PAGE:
The result is visible everywhere on the lake, which is falling by between one and two centimeters a day. The drying-out of the Sea of Galilee has caused alarm far beyond the region. The lake supplies fresh water to the taps of two in five Israelis, but soon the pumps will have to fall silent. The water level has already fallen below the upper and lower red lines, denoting levels below which the lake was previously thought to be at serious risk. (Financial Times -- UK)
The U.S's willingness to deploy a new radar system in Israel is largely the consequence of ardent lobbying efforts by U.S. Congressman Mark Kirk. Kirk's successful push for the deployment of the X-Band system in Israel is a great boon for the country's defensive capabilities. The X-Band system can detect incoming missiles from 500-600 miles. Currently, Israel's early warning system is only able to detect missiles from 100 miles out.
In response to reports that in exchange for the X-Band system, Israel agreed it will not attack Iran either preemptively or retroactively without U.S. permission, Kirk said, "There is no quid pro quo." "The basic idea is that a U.S. ally getting nuked is a bad thing. The X-Band system increases the likelihood that such an attack would fail," he continued. Moreover, far from sending a message that the U.S. would work to block an Israeli preemptive attack against Iran, Kirk argued that the deployment of the X-Band system manned by a U.S. crew "will send a message to Iran, that Israel has powerful political support from its ally against any Iranian threat." (Jerusalem Post)
Islamic Jihad is using the Gaza ceasefire to concentrate on training to kidnap IDF soldiers, in a similar manner to Hizbullah's 2006 attack. "Thousands of Palestinian fighters recently trained in how to kidnap Zionist soldiers," reported the London-based Arabic-language al-Sharq al-Awsat newspaper on Monday, quoting the conservative Iranian Kayhan newspaper and Quds news agency. (Ynet News)
The Abdorrahman Boroumand Foundation for the Promotion of Human Rights and Democracy in Iran is crying out about a wave of repression in Iran. Earlier this month Ya'qub Mehrnahad, a 28-year-old Baluchi journalist, human rights and cultural activist, who criticized the Iranian government's treatment of Baluchi people, was executed alongside another Baluchi man named Abdul Nasser. The execution of Iranian teacher trade unionist Farzad Kamangar, tortured while in detention and denied medical treatment, can still be stopped say Education International. Sousan Razani and Shiva Kheirabadi have been sentenced to jail terms and whipping for the "crime" of having participated in a May Day demonstration this year. But where is the murmur of protest from the west? Are we too an abject flock? The eyes of the world are fixed on the nuclear diplomacy but away from our gaze the hangings and jailings and lashings go on. There is something shameful about this inattention. (Guardian - UK)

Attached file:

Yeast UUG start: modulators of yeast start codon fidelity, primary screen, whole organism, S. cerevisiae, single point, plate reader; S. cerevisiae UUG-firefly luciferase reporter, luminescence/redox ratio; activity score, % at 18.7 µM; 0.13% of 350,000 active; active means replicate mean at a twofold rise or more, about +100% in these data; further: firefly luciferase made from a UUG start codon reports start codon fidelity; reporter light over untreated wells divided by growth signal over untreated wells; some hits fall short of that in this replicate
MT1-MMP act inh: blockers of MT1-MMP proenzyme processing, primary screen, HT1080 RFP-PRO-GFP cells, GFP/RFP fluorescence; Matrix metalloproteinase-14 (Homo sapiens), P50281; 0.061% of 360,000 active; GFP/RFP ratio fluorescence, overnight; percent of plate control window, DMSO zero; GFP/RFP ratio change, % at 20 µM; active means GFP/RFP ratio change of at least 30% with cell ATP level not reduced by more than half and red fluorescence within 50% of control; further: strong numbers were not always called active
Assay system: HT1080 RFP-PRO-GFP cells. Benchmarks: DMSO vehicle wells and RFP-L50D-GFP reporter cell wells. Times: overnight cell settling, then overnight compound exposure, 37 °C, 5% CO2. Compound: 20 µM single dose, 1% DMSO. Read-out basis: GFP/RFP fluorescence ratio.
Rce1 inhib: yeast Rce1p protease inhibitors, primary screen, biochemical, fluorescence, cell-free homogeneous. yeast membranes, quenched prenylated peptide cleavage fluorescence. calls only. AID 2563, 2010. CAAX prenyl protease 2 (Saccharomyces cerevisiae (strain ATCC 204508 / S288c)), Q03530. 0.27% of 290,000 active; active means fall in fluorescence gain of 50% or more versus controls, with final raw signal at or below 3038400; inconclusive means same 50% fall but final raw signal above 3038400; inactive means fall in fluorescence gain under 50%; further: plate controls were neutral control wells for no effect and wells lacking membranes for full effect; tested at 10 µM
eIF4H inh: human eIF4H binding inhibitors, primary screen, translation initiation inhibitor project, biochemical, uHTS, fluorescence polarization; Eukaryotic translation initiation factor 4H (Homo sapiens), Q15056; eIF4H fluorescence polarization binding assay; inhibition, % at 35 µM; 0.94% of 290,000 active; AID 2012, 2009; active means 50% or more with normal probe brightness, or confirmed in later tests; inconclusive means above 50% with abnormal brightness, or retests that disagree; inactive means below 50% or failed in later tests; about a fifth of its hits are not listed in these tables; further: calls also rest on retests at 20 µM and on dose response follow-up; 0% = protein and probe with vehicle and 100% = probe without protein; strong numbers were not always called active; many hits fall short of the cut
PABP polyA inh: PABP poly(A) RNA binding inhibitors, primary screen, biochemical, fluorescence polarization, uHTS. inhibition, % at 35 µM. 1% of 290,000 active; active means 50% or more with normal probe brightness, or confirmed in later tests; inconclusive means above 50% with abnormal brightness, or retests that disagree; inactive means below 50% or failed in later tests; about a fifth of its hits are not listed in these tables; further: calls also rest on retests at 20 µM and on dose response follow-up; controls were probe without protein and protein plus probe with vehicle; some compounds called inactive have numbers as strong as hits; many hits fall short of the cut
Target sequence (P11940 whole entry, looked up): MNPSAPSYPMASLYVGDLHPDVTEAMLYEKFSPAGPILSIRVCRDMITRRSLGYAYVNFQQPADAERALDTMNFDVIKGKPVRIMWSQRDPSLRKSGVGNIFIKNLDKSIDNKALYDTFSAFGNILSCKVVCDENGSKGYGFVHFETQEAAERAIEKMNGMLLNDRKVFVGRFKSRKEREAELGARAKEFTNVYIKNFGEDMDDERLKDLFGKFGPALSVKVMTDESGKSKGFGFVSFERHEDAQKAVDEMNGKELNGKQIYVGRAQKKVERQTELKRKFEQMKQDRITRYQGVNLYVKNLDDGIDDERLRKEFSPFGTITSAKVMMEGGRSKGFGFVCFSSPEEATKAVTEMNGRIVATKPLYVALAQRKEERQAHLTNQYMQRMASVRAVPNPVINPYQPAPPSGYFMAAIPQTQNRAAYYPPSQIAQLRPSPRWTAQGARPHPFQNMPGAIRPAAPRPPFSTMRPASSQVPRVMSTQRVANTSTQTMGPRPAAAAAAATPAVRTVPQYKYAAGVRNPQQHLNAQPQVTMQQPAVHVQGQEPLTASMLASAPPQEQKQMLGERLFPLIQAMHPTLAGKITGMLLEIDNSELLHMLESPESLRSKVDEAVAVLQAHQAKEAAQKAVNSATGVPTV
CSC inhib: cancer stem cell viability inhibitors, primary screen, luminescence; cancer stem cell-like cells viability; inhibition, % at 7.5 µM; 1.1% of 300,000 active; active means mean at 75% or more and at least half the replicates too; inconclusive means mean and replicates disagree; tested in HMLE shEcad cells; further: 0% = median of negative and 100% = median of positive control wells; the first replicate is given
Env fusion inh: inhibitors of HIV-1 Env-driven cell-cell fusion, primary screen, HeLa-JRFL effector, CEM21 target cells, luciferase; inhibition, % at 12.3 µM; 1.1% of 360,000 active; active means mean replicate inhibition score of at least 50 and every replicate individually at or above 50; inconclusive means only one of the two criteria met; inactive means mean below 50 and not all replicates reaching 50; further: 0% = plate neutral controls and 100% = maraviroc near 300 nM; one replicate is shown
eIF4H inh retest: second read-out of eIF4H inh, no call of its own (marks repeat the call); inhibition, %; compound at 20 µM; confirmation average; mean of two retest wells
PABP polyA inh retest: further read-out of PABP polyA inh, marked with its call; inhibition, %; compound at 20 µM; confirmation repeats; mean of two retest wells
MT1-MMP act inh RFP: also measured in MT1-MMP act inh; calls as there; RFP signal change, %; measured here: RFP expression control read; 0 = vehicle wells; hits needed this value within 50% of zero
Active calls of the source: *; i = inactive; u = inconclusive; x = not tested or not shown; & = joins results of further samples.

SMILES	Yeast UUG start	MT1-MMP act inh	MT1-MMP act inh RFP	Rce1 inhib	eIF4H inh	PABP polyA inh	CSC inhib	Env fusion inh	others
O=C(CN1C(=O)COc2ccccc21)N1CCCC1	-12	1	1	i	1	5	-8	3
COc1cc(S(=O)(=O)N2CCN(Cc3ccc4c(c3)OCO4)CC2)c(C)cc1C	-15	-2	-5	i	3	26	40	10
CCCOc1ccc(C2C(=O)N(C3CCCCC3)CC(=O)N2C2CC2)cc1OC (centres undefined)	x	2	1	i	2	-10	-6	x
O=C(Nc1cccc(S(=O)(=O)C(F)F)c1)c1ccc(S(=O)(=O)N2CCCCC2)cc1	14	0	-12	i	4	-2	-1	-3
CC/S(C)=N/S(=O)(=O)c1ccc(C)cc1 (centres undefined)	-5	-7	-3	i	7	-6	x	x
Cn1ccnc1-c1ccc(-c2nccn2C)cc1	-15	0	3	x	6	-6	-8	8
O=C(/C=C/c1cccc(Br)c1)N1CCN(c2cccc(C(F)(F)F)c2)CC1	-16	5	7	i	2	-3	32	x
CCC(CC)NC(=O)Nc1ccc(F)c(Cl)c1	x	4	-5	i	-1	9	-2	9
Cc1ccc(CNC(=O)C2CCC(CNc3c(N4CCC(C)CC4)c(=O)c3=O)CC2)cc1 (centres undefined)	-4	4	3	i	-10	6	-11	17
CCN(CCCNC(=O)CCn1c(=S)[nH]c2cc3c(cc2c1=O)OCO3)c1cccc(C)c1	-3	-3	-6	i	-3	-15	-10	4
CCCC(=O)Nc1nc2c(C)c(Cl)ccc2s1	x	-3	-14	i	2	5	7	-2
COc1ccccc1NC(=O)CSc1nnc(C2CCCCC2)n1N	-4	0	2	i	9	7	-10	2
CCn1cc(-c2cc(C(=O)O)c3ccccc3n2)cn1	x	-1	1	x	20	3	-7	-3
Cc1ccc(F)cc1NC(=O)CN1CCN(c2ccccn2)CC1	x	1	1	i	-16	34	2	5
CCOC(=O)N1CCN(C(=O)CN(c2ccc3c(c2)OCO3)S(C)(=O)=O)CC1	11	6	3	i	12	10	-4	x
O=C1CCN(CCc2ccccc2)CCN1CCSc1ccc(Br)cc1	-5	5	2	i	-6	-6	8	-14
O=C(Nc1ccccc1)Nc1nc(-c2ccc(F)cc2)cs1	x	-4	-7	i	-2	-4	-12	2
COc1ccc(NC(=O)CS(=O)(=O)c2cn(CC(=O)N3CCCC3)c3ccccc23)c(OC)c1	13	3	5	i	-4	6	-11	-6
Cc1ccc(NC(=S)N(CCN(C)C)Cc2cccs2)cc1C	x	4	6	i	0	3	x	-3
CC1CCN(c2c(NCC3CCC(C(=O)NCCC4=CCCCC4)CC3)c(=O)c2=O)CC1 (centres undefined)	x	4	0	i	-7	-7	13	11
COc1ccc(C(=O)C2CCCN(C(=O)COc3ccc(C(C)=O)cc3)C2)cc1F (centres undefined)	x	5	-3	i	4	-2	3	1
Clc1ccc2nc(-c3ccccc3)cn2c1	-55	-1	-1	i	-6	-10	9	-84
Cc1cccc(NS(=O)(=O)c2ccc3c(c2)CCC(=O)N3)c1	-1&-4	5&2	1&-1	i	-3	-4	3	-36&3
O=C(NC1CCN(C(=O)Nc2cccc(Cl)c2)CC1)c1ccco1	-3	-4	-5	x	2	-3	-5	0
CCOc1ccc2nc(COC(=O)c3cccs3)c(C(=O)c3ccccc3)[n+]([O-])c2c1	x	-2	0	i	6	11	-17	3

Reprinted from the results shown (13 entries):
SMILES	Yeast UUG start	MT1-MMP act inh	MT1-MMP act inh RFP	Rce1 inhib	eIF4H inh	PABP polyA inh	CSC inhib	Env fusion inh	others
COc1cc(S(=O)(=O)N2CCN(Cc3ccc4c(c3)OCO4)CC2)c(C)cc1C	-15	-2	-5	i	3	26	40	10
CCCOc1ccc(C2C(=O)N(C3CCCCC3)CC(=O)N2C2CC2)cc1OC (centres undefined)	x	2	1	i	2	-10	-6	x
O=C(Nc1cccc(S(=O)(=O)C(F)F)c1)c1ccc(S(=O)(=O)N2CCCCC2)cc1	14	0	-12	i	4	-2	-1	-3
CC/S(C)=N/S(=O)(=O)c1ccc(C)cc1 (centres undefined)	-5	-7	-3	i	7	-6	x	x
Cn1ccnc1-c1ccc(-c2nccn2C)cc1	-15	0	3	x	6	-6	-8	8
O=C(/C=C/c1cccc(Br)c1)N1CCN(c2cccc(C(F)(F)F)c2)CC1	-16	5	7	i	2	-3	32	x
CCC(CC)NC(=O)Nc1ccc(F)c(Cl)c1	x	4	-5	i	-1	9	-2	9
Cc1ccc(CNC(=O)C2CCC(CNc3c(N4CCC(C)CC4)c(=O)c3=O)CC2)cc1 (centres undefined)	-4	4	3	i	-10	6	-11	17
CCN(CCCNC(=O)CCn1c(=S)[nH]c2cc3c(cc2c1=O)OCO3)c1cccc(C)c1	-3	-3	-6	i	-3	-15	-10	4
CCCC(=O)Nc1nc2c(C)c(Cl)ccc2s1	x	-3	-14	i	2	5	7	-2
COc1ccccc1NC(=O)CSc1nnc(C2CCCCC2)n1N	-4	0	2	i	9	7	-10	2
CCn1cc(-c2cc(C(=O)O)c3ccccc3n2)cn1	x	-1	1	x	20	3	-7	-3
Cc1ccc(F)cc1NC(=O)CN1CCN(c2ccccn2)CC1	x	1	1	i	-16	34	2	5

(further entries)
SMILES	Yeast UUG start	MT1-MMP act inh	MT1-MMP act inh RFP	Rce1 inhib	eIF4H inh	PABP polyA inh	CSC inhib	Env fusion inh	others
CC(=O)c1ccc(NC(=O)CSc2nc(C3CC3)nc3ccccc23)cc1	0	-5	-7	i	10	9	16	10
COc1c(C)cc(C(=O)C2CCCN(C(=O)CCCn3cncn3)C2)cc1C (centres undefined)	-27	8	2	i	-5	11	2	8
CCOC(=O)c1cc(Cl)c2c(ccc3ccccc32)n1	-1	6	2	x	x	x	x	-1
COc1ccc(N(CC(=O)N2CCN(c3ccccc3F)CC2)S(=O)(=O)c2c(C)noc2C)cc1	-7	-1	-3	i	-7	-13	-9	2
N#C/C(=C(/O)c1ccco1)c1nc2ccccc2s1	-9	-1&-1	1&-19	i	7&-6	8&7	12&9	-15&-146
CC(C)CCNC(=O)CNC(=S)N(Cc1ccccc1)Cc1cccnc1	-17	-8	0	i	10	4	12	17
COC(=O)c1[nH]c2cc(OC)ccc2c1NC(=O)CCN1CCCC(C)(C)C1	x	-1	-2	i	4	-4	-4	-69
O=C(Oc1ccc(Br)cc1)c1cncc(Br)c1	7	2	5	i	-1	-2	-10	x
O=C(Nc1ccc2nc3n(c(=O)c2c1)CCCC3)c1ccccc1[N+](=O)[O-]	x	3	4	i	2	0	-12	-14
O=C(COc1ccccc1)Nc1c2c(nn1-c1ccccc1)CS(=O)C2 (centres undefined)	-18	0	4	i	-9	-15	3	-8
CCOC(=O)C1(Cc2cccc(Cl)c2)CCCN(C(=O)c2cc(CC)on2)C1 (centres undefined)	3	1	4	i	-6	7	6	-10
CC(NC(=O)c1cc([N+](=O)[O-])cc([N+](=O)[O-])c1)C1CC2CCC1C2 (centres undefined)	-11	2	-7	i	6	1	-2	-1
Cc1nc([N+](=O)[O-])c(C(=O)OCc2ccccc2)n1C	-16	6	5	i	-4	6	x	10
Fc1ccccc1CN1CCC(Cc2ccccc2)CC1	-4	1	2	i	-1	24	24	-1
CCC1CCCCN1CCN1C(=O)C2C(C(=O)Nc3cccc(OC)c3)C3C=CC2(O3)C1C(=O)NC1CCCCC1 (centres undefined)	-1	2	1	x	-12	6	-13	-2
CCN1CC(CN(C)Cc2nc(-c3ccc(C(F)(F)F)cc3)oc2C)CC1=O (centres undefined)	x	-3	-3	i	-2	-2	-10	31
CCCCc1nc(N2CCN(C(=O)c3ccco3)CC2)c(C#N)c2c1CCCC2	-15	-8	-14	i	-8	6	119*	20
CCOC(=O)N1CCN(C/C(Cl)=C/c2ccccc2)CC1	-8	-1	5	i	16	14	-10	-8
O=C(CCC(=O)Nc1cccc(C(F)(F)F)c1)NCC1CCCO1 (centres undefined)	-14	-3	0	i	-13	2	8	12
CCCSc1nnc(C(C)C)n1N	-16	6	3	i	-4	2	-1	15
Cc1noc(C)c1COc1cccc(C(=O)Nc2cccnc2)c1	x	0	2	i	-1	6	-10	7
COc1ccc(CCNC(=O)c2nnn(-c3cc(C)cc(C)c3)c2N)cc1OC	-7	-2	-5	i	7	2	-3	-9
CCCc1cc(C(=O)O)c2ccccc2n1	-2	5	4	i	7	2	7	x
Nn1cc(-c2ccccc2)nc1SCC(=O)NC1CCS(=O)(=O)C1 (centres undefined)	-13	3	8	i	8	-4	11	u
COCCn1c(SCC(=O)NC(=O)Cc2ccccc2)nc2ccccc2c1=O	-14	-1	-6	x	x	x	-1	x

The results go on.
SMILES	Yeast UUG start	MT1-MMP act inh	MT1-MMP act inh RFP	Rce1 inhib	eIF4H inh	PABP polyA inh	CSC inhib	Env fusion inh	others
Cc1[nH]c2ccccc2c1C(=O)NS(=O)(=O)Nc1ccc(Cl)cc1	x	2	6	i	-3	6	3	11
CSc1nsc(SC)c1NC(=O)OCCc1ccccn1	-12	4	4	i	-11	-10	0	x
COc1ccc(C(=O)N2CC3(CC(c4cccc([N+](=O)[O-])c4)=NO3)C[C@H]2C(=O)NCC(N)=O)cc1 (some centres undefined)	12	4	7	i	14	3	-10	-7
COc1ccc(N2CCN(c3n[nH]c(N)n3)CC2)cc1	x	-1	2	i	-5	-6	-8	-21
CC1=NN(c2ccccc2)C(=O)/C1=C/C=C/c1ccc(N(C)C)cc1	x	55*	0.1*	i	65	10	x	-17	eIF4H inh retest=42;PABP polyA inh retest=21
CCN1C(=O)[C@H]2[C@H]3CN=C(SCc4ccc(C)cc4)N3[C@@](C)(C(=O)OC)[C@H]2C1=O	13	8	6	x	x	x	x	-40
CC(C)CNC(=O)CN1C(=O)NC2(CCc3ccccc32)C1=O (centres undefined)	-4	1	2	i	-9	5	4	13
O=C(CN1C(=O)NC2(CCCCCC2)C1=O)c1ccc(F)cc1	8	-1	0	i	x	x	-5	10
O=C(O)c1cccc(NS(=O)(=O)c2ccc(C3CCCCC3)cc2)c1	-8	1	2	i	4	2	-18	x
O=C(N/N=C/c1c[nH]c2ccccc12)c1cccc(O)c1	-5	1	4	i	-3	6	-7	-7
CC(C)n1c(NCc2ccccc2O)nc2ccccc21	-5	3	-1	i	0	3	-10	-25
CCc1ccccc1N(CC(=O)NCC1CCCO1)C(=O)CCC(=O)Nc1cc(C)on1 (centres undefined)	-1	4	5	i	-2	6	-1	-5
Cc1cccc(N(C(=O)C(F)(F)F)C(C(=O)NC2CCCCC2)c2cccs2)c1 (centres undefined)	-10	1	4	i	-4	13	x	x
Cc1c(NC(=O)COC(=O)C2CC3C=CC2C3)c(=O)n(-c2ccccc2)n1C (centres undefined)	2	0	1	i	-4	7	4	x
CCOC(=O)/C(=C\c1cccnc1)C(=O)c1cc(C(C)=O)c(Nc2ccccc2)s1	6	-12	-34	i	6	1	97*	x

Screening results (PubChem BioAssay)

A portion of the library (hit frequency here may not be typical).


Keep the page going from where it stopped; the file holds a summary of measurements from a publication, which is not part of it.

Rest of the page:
If you thought Israelis were unhappy with the results of their Olympic team then look at the reaction of the Arabs, and how their own commentators are mocking their performance. When elaph.com, an Arabic news site, asked its audience whether they expected Arab athletes to do well, 88 per cent said no. They were right to keep their expectations down. It is indeed difficult not to see the performance at the Olympics as part of wider failures of this region to nurture its youth and create positive role models. Sadly, the Middle East is a place where the likes of Saddam Hussein and Osama bin Laden can easily inspire fascination and devotion. If you are a young man in many parts of the Arab world today, there is not much for you to look forward to – even less if you are a woman. (Financial Times -- UK)
Hizbullah's Role in Attacks against U.S. and British Forces in Iraq - Jonathan Dahoah Halevi (Jerusalem Center for Public Affairs)